You know how after almost any team loses in any sport, someone says in a really annoying voice, "Well, they just didn't want
it enough!" Bill Simmons is doing that, but taking it to a whole new level
. He's now implying that by overrating a team, the media can trick them into not wanting it enough. Seriously.
Read what he wrote below, and think about how when taken as a whole, everything seems to flow together and make sense.What happens when a team doesn't have anything to prove?
Look at the Yankees. Everyone handed the World Series to them before the playoffs started, to the point it became a no-win situation, no different from any of the Team USA basketball collapses the past few years. The Yankees were a peculiar mix of All-Stars, washed-up veterans and nobodies who weren't as collectively good as we thought, a team with some fundamental flaws (defense, chemistry and pitching), a team that easily could be taken down by some live bats and a couple of good arms. As soon as they started struggling, they self-imploded and that was that. Everyone was shocked.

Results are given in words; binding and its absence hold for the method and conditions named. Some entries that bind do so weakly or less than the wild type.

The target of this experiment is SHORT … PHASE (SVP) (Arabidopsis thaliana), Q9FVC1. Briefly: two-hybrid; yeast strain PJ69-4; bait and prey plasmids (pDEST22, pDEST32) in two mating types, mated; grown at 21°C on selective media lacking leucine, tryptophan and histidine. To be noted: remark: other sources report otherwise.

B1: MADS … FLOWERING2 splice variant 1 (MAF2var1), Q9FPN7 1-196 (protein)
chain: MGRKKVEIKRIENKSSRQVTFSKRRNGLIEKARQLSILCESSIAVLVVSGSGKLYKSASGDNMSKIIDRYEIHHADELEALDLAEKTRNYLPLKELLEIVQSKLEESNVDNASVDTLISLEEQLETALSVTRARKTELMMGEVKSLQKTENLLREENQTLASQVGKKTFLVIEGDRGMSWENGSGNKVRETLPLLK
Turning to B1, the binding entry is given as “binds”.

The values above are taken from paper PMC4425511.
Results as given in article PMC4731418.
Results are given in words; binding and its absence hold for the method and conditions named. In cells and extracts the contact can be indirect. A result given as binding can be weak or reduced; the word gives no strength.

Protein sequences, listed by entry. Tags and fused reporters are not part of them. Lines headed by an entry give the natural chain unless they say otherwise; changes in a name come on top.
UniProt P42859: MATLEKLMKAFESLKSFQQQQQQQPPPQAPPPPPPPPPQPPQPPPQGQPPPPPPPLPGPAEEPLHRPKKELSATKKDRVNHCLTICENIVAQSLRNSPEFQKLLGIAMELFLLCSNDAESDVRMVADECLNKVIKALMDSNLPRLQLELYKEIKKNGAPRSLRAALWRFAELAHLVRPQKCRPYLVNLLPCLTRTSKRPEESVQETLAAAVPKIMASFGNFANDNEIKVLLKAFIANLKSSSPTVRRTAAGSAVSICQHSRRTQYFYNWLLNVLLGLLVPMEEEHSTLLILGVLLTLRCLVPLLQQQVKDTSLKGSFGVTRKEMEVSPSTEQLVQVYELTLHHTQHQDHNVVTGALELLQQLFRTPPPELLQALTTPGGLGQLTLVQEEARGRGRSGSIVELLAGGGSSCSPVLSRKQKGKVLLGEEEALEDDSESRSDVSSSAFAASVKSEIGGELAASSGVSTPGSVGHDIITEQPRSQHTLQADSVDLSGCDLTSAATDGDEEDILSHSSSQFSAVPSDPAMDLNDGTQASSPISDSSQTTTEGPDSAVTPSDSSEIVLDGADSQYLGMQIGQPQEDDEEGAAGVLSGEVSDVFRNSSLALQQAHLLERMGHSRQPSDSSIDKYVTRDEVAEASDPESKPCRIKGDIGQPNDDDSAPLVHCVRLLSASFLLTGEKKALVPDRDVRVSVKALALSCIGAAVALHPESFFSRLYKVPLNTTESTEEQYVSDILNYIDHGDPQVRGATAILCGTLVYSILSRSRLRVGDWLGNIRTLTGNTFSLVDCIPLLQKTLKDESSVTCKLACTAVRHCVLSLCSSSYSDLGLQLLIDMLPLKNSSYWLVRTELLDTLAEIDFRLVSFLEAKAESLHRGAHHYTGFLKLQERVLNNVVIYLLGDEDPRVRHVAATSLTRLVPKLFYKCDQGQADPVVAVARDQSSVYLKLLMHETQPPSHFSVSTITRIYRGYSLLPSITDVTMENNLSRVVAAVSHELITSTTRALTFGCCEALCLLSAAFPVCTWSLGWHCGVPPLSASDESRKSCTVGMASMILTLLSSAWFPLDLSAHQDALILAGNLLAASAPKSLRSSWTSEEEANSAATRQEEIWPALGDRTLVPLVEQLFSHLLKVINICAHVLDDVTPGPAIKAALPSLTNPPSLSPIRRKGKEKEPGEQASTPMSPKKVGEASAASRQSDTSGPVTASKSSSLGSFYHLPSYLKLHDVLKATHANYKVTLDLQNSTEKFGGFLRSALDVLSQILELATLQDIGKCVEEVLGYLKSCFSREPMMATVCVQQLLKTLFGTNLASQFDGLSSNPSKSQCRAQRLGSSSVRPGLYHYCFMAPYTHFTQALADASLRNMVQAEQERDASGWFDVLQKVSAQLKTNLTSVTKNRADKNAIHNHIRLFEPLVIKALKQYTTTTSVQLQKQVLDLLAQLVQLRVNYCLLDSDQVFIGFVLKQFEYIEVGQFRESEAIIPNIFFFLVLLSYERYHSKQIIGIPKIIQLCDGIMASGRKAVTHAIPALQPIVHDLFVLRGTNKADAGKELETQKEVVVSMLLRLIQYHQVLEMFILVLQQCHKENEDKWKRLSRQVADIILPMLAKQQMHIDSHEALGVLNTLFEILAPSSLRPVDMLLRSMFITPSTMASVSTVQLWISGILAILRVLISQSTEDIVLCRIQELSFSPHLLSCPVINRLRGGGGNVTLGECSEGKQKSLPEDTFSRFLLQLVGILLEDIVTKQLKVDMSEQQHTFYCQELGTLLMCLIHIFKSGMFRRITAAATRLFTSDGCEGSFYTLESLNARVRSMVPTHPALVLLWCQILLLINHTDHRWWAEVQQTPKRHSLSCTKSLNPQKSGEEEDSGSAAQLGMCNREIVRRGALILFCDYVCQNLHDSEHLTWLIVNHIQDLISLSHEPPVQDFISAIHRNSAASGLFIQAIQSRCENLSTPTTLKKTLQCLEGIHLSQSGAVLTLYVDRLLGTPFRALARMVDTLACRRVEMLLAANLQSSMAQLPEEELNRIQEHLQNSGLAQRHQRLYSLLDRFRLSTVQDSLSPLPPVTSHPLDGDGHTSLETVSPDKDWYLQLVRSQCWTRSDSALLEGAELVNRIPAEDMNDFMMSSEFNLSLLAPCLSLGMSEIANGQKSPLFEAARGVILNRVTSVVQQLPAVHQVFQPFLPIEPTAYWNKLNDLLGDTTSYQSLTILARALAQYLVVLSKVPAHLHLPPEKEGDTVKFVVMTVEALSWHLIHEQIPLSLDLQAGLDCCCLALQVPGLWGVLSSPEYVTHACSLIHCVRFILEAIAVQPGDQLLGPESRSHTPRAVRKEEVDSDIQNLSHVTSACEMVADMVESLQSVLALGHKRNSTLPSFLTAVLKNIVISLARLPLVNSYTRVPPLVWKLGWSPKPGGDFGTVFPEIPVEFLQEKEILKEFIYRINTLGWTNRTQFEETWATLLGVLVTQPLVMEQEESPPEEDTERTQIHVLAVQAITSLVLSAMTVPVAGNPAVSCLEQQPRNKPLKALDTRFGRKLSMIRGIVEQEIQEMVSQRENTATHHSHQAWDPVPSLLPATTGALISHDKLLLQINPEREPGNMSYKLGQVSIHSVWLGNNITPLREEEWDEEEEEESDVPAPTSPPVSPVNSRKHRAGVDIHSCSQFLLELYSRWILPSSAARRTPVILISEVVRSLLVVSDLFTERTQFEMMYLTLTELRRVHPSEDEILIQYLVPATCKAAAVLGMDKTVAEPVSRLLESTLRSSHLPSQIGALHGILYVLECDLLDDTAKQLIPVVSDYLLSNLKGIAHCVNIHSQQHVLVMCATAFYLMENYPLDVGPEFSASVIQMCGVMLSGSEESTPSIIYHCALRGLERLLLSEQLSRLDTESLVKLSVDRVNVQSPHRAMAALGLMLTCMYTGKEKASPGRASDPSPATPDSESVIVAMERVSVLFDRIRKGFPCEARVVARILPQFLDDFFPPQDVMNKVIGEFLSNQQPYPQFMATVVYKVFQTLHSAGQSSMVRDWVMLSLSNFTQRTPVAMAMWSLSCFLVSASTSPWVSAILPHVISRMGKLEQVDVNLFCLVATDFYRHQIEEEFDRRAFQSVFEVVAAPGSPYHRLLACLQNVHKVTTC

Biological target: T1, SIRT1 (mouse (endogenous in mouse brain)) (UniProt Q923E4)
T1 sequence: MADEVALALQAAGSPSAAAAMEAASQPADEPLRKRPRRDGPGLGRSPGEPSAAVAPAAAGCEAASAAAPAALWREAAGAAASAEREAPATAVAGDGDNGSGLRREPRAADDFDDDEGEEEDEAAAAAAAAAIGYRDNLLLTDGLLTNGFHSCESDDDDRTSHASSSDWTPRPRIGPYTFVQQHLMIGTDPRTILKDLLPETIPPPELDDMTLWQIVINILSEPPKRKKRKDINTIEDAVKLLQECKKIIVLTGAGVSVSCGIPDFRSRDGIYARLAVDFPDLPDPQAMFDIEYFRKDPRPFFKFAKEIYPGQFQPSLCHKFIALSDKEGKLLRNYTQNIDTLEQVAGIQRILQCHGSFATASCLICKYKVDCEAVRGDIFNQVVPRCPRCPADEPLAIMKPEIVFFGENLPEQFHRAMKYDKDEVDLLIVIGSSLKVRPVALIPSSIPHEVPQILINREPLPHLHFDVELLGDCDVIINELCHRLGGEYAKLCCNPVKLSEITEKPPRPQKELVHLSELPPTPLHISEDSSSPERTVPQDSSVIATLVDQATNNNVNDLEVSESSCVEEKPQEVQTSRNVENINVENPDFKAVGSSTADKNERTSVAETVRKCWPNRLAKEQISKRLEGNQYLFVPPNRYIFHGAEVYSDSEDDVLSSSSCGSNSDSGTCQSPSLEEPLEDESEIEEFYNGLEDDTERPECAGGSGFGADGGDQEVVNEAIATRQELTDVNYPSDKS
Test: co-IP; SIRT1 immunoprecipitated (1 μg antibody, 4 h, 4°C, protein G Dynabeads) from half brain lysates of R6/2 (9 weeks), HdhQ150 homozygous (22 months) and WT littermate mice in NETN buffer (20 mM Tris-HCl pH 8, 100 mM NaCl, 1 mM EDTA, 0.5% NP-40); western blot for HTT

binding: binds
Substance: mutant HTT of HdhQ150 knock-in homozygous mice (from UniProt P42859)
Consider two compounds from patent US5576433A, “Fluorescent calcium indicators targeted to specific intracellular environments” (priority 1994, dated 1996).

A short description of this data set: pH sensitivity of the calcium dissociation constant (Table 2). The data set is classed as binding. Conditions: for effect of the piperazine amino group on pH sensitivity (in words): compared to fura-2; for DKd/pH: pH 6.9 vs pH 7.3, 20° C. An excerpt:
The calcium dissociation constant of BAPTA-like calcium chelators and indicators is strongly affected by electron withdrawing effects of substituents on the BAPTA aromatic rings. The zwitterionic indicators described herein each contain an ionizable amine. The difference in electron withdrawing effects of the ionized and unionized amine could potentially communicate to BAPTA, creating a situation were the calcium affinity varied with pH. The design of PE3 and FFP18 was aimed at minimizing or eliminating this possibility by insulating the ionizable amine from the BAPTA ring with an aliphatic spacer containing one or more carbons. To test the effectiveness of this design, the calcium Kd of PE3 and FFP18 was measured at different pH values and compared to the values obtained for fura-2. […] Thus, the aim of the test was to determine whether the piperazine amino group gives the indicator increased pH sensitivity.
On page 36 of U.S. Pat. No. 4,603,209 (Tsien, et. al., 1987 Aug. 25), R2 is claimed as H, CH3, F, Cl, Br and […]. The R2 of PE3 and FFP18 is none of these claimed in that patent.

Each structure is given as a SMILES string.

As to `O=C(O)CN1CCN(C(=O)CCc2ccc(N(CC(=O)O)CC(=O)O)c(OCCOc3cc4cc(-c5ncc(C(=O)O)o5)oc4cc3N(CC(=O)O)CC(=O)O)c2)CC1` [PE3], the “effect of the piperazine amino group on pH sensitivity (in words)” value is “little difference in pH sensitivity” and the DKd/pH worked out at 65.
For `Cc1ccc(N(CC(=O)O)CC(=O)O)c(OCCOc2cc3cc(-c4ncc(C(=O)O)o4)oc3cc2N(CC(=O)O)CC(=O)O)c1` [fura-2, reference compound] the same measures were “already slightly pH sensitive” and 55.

But was it really that shocking?
Sounds pretty good. But wait until I take it line by line and nitpick it to death. This will be enjoyable to at least one person. Probably KT.What happens when a team doesn't have anything to prove?
The Yankees hadn't won a World Series in five years and they're expected to win every year by a crazy boss. They had a lot to prove. Not to mention that the bulk of the team is made up of non-True-Yankee losers whom everyone wants to crucify. Don't you think it would've helped Gary Sheffield or Jason Giambi out reputation-wise to win a championship in New York? How about, um, Alex Rodriguez? I'm pretty sure he had something to prove.Look at the Yankees. Everyone handed the World Series to them before the playoffs started,Everyone
. Actually, if you follow that link, you'll find that six out of nineteen ESPN experts picked the Yankees to win the Series. Seven picked the Twins. Humorously, only one picked a team that is not already eliminated.to the point it became a no-win situation,